On February 20, 2004 Ben Bernanke gave one of the most remarkable speeches of his lengthy Fed career; he served at the Fed from 2002-2005 and 2006-2014. He claimed "improvements in monetary policy, though certainly not the only factor, have probably been an important source of the Great Moderation." (1) The Great Moderation was a term economists and central bankers came up with to explain the purported - and completely mythical - claim that modern economies, controlled as they are by central banks, were benefiting from reduced economic volatility. In others, words, economies weren't subject to the huge swings between booms and busts that they had been, and central banks were a large contributor to this salutary benefit.
It was a remarkable time for Ben Bernanke to pass himself off as some sort of economic savant or soothsayer, particularly so when it came to the beneficial impact of central banks. While Bernanke was taking credit for all the great things central banks were doing to economies around the world, the housing bubble that Bernanke and his Fed colleagues were laboring day and night to blow up, was two months from reaching its zenith! In terms of homeownership, the housing bubble peaked in April 2004 - just two months after the Great Moderation speech was given!
More generally, the disastrous impact the Federal Reserve has had on the US economy can be seen in the chart below. It is useful to recall that the US went approximately 70-years with a bubble to speak of. Prior to 2000, the last bubble of any consequence in the US was the 1929 stock bubble, and, of course, the Fed had a leading role in that debacle. (2) However, since the year 2000, the US has suffered from three enormous bubbles - tech stocks, housing and 'everything.' More significantly, each bubble was much larger than the one which preceded it; the housing bubble dwarfed the tech bubble, and today's everything bubble dwarfs the housing bubble. As the chart makes clear, what drove the bubbles higher and higher was the Federal Reserve driving rates lower and lower.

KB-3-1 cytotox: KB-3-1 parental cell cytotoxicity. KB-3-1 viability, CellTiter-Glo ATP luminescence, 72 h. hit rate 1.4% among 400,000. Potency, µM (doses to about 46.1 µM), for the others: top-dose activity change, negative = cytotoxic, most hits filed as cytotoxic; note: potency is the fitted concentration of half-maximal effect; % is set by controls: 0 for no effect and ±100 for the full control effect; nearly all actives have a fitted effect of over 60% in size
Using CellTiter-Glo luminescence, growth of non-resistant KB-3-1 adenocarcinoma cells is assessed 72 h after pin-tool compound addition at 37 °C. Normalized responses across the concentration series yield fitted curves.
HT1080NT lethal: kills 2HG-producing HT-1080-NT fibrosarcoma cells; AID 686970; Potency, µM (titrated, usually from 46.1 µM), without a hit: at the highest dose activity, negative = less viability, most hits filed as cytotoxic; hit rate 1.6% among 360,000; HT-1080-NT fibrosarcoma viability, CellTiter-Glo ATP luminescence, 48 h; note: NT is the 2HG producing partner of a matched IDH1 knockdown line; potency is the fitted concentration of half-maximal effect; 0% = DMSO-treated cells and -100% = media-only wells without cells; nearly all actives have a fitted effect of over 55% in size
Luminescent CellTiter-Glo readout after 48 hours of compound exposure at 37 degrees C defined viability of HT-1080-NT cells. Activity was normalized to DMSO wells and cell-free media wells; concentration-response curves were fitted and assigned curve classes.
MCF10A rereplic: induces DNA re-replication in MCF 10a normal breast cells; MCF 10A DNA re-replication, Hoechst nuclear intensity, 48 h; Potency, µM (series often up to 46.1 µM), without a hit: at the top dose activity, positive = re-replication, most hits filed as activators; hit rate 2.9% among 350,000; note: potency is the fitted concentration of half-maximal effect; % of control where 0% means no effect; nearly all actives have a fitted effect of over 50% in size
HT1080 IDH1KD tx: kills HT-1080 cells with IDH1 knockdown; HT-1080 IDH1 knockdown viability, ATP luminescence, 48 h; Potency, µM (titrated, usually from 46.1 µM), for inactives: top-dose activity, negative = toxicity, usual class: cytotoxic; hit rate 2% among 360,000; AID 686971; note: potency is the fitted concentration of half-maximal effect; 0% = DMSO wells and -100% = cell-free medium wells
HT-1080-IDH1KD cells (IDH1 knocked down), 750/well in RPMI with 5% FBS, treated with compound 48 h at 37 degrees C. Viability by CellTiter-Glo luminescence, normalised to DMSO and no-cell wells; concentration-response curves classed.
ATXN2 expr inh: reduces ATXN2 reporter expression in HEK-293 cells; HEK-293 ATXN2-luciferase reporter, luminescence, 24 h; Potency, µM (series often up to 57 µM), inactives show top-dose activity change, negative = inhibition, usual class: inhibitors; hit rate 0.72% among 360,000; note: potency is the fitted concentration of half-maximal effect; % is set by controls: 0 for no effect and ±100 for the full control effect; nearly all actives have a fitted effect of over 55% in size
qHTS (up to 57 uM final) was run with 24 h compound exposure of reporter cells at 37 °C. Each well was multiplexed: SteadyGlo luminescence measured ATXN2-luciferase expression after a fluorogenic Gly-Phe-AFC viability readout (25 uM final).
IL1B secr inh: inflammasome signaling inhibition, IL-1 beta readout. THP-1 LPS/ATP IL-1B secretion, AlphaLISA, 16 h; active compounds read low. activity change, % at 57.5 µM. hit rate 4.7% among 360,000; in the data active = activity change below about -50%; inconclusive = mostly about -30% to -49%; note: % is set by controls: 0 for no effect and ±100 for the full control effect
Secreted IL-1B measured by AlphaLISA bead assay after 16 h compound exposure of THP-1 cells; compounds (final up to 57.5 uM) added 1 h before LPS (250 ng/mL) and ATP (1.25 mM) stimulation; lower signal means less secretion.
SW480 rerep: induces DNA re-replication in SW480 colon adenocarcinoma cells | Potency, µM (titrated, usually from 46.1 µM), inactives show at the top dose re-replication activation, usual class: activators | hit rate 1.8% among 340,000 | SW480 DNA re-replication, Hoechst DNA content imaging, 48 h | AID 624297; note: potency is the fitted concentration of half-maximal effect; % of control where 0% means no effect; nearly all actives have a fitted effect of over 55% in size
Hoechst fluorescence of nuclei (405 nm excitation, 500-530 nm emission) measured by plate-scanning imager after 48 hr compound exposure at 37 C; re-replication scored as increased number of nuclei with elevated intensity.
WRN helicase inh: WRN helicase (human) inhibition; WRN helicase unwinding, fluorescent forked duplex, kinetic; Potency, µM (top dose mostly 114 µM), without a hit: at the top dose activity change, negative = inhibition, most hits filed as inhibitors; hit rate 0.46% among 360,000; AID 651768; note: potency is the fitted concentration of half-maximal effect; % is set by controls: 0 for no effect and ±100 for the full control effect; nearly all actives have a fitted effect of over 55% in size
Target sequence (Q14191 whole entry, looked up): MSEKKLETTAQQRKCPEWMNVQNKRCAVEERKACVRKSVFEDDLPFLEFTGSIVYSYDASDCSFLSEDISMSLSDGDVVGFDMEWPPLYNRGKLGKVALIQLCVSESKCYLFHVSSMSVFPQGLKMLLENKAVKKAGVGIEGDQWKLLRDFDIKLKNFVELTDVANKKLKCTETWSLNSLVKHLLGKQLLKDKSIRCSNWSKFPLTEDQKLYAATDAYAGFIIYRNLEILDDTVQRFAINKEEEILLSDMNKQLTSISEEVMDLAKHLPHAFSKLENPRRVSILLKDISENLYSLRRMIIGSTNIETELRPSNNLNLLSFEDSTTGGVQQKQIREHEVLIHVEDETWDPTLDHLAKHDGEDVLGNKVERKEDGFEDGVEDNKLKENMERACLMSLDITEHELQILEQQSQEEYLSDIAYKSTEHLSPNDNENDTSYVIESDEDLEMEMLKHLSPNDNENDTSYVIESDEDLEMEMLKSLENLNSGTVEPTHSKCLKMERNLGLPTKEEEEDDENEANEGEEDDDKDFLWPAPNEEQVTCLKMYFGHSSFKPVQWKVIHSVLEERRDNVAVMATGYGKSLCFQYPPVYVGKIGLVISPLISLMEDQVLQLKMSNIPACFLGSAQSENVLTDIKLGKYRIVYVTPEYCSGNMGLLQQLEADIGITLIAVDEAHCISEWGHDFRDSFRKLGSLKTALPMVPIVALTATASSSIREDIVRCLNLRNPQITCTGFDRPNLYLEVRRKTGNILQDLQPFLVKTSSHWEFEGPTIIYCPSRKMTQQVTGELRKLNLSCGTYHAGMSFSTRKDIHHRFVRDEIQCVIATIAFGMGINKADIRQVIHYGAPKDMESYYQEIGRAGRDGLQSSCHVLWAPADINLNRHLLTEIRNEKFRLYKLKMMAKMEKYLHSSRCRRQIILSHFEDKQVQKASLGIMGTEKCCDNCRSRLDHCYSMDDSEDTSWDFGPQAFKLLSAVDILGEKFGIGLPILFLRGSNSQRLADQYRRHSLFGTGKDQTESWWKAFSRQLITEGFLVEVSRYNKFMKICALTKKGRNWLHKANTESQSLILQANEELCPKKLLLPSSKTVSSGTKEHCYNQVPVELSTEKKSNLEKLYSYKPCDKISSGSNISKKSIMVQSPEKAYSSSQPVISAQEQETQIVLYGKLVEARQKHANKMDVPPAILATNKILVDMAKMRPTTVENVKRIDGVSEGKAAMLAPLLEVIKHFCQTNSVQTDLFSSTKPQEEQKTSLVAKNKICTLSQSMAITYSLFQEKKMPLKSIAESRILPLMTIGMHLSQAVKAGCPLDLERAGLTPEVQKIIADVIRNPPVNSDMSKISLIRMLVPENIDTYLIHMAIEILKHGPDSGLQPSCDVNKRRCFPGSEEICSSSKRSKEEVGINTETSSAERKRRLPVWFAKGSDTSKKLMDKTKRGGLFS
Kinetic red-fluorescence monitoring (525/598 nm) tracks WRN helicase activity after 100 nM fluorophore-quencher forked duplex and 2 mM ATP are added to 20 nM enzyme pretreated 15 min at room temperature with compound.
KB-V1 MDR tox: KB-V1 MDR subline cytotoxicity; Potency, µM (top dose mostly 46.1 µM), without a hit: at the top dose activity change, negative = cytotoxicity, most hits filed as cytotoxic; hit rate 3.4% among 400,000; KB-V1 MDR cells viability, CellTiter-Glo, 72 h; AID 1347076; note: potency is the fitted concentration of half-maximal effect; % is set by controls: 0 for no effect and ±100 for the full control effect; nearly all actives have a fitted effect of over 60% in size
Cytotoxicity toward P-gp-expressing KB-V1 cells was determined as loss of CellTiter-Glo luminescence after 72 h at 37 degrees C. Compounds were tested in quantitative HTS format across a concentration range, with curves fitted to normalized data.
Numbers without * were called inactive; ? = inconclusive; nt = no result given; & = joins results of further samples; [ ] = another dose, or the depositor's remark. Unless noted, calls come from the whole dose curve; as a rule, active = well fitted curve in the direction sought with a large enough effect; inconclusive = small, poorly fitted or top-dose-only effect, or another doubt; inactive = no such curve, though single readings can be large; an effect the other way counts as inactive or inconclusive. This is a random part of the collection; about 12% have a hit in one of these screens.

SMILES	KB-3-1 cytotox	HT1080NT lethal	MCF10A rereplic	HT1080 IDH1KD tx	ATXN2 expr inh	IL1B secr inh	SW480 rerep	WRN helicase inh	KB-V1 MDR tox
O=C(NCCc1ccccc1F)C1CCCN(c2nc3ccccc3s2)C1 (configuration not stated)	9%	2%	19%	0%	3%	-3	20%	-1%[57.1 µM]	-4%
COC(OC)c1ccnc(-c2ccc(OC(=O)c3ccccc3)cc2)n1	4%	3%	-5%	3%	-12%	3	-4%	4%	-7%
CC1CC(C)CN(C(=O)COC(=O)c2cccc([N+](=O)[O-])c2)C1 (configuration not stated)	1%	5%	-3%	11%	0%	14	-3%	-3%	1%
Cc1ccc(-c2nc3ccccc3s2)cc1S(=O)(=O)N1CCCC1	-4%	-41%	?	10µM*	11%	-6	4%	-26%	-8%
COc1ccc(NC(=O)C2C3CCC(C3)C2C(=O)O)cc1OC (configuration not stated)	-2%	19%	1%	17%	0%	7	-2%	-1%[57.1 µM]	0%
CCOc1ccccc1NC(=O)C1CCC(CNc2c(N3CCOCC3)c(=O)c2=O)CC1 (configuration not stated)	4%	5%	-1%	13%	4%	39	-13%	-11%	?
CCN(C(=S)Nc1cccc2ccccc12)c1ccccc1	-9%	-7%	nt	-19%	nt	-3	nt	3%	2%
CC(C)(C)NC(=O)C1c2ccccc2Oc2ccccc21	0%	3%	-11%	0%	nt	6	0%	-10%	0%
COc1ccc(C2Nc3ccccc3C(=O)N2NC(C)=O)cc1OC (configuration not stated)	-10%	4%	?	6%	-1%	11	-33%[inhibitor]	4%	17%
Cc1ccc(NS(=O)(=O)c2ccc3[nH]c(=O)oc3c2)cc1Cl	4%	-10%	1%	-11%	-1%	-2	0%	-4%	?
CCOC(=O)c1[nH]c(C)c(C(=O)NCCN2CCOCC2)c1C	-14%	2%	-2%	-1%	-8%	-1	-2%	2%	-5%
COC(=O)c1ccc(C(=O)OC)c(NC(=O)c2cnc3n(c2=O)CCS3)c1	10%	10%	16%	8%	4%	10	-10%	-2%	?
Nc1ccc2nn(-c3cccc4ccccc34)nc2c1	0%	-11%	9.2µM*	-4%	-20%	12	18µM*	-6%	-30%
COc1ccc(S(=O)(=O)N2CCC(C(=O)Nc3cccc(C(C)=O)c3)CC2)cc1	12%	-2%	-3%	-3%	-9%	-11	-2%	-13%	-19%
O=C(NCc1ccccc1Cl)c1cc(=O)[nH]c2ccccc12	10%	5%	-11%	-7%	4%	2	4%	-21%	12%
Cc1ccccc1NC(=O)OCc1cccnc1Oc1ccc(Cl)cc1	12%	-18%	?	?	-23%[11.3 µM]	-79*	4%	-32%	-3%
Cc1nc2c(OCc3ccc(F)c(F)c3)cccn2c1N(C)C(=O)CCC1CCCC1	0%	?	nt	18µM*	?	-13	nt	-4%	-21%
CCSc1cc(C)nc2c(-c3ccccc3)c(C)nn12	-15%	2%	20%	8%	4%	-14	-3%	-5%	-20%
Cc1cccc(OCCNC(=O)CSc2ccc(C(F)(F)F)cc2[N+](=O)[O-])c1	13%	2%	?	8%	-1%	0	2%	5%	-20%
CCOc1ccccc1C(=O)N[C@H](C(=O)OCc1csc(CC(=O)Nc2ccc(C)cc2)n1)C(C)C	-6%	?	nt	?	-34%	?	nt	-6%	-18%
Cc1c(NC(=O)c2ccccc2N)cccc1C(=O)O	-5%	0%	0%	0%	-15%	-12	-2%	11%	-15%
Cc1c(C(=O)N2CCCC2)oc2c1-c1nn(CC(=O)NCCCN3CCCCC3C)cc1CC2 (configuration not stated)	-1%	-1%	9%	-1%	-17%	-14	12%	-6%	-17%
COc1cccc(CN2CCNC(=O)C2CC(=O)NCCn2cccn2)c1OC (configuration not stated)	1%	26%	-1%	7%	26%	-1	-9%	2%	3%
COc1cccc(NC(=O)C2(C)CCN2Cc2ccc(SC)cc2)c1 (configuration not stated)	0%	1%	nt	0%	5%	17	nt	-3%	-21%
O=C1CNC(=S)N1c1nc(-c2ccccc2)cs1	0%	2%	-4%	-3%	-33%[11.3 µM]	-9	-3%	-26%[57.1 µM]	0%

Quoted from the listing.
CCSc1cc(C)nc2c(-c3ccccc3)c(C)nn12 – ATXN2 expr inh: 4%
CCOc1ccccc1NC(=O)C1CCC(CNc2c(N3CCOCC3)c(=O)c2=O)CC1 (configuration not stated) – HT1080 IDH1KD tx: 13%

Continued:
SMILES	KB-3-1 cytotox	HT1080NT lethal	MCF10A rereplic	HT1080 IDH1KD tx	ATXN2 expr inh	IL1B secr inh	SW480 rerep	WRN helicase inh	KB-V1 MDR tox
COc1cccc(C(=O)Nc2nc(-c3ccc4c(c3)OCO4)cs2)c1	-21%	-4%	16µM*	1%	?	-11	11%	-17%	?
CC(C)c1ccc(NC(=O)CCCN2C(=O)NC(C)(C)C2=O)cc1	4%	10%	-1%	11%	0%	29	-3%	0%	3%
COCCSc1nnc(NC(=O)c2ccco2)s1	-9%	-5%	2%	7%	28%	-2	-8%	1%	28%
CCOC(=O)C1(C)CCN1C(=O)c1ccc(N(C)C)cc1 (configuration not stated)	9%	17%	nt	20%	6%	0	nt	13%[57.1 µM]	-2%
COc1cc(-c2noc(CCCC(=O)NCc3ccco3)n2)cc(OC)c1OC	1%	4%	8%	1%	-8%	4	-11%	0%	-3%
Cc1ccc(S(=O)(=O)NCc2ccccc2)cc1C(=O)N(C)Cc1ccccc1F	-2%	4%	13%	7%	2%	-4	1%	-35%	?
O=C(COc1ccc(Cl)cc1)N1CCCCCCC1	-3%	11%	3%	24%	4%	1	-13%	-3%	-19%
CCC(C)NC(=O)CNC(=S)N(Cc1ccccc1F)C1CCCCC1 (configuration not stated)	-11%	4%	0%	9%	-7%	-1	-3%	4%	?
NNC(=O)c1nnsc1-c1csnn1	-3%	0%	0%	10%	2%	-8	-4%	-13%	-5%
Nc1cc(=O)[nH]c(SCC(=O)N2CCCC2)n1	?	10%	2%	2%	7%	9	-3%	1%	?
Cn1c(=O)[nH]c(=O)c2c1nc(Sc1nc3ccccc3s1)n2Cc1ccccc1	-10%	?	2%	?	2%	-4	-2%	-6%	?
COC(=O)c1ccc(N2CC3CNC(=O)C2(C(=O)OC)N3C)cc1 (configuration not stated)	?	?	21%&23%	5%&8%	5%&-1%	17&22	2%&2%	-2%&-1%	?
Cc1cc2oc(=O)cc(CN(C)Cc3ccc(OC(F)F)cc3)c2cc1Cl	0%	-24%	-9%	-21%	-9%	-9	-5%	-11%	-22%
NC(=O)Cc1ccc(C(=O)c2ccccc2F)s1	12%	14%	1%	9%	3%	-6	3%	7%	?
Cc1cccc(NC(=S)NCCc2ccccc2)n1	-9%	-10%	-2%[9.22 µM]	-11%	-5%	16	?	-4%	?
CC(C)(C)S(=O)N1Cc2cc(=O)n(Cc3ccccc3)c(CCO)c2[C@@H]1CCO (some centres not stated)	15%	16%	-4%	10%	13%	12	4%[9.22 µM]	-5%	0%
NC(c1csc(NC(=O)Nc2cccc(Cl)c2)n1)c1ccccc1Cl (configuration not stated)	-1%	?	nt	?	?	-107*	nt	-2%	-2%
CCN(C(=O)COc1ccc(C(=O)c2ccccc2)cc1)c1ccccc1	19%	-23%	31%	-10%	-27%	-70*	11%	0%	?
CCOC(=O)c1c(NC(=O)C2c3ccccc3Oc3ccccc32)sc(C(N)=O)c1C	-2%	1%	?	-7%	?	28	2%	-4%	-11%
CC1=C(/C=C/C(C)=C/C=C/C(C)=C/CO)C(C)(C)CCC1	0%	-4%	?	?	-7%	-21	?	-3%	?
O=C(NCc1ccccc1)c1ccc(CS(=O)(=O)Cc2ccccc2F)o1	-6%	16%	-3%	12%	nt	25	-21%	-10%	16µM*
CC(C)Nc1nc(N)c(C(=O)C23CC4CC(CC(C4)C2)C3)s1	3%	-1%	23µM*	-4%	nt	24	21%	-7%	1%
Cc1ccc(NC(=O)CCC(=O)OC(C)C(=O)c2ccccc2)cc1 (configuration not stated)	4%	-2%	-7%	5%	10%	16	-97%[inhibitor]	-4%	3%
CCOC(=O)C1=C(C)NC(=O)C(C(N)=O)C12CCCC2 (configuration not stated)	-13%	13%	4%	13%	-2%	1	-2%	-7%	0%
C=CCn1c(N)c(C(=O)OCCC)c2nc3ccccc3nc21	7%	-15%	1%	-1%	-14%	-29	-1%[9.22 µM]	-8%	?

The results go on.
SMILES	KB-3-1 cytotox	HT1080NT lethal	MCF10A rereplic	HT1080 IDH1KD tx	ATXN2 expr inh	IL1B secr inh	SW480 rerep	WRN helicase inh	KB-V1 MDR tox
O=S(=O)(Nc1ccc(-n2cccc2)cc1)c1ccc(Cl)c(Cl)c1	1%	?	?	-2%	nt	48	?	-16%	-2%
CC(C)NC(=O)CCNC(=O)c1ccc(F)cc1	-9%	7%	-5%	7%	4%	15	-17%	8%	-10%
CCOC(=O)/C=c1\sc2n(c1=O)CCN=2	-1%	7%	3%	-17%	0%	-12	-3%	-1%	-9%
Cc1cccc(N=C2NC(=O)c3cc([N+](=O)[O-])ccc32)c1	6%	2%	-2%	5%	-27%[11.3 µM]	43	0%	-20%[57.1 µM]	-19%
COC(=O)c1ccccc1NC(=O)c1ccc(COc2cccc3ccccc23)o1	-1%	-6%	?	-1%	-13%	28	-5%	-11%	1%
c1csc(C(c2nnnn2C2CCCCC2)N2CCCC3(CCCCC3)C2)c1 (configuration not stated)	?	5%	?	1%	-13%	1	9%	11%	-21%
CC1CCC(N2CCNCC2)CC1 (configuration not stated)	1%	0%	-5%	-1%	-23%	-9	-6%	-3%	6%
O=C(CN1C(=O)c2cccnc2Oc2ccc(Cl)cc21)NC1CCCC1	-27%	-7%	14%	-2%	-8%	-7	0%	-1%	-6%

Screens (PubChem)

Fed apologists, will claim that today's market chaos is only the result of the Corona virus. The Corona virus is merely the pin that pricked the latest of the three enormous Fed fueled bubbles. It is interesting to note that the December 2018 sell-off - which proved to be a harbinger of things to come - occurred before anyone had heard of the Corona virus or the Wuhan Institute of Virology. (3) Moreover, the Corona virus hardly explains why the Fed intervention associated with today's 'everything' bubble collapsing will completely dwarf the interventions that followed in the wake of the 2008 debacle.
The fundamental question remains; how could the Fed be performing a positive economic role when crises are occurring with an unprecedented frequency while become increasingly more severe This chart makes it clear; Ben Bernanke was completely wrong when he claimed the Fed was a major source of the "Great Moderation.' Instead, this chart makes it clear that the Fed is the primary driver of all the economic chaos of the past twenty-five years.
This is just getting started.
Sugar Land, TX
March 15, 2020
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1. "The Great Moderation," Remarks by Ben Bernanke at the Eastern Economic Association, Washington, DC, February 20, 2004 https://www.federalreserve.gov/boarddocs/speeches/2004/20040220/
2. Great Depression Timeline: The Fed and the Bank of England Had a Baby and They Called it the Great Depression." http://www.the92ers.com/blog/great-depression-timeline-fed-and-bank-england-had-baby-and-they-called-it-great-depression
3. "Chickens Coming Home to Roost," http://www.the92ers.com/blog/chickens-coming-home-roost-fed-and-25-years-price-supression